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CruzTOOLS and Pro Honda Oils and Chemicals



Fitted neatly together in a roll-up portable pouch, CruzTOOLS’ RoadTech M3 Metric Tool Kit packs many tools that Japanese motorcycles, old and new, may require on the road. And it’s more complete than a typical stock tool kit, with combination wrenches from 8mm to 14mm, a proper adjustable wrench and vice grips, a spark-plug gap gauge, a pencil-type tire pressure gauge, threadlocker, a 1/4-inch drive ratchet and 8mm, 10mm and 12mm sockets, a 6-in-1 screwdriver, Allen wrenches and more. It’s not a complete kit for Hondas, lacking as it does 14mm and larger sockets and a beefier 3/8-inch drive ratchet, but with careful use this kit could get through most of the CL350 disassembly (see the whole story, Resurrection Road).

Particularly handy was another CruzTOOLS piece, their Sliding T-Driver & Socket Set. Containing a long, nicely finished 3/8-inch drive T-handle, plus a mini-rack of 8mm to 17mm sockets, 5mm and 6mm hex bits and a #2 Phillips bit (perfect for the CL350’s case screws), it nicely supplemented the RoadTech M3 kit. Our only gripes are that the rack holding the sockets and bits seemed flimsy. Making up for this, though, the sliding T-handle made adding leverage easy.

Among CruzTOOLS, one of our most-often used was the PackWrench 3-Way Socket Wrench, which features 8mm, 10mm and 12mm sockets integrated into different arms of a single wrench. For vintage bike use, we’d rather the tool be a 4-way item that included 10mm, 12mm, 13mm, 14mm, but it’s still quite handy.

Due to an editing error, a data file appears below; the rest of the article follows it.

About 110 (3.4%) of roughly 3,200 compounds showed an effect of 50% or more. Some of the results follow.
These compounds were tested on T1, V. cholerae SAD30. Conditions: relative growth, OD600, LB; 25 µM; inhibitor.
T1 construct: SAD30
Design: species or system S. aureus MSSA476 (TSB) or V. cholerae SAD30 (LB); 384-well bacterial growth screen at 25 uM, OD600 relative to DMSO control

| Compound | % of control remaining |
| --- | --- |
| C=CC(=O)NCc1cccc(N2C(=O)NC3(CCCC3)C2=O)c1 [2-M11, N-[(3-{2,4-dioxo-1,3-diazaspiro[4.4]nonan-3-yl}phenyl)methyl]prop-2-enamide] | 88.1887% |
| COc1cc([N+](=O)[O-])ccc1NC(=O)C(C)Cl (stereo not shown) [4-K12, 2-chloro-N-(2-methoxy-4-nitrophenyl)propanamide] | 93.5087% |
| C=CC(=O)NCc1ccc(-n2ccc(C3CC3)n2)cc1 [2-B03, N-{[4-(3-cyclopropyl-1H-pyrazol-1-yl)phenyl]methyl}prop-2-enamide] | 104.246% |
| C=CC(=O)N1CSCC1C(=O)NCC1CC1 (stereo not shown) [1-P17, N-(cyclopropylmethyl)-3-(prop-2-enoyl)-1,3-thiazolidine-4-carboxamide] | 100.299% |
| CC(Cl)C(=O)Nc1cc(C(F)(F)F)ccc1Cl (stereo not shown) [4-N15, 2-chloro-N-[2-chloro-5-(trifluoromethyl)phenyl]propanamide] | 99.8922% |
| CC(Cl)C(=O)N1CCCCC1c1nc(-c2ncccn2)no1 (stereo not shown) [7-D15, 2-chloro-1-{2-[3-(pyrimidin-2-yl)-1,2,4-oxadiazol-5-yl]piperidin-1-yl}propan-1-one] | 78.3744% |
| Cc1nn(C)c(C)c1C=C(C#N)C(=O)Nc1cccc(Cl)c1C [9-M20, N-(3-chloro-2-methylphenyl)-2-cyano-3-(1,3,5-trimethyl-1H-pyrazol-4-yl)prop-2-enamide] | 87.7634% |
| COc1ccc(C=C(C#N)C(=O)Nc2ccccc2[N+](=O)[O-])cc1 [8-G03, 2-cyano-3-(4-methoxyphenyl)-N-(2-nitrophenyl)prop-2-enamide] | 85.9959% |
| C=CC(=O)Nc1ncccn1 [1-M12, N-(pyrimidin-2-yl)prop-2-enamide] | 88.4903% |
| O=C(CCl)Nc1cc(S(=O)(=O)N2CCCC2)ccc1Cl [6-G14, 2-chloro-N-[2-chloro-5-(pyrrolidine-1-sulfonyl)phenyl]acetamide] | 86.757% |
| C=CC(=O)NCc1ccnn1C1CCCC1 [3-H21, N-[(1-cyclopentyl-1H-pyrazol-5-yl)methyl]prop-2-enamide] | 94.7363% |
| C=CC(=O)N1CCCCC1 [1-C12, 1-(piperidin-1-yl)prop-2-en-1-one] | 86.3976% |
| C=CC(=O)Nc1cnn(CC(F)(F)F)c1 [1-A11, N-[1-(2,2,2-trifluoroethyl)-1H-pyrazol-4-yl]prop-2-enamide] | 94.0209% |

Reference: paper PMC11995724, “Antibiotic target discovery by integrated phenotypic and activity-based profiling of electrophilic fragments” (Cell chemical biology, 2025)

Finally, CruzTOOLS’ TirePro Dial Tire Gauge got initially used to bring the CL350 tires up to spec for easily moving the bike around the shop, and then before road testing. But it’s so quickly identifiable and easy to use, that it became nearly a daily-use tool in the shop.

More info: Cruz Tools

Pro Honda Oils and Chemicals

For cleanup, repair, and detailing needs we went with Pro Honda products all the way. Our first step was hooking up the OptiMate 3 Automatic 5 Stage Battery Charger to maintain the scrambler’s battery during the down weeks of repair. It’s true, Pro Honda gets the chargers from OptiMate, but what we liked about this one is that it’s said to detect and defer damaging sulfates (i.e., it helps save dead batteries) and also has numerous diodes that show whether the unit is desuphating, charging, testing or maintaining … or there’s trouble. In short, it provides a complete snapshot of battery condition at all times.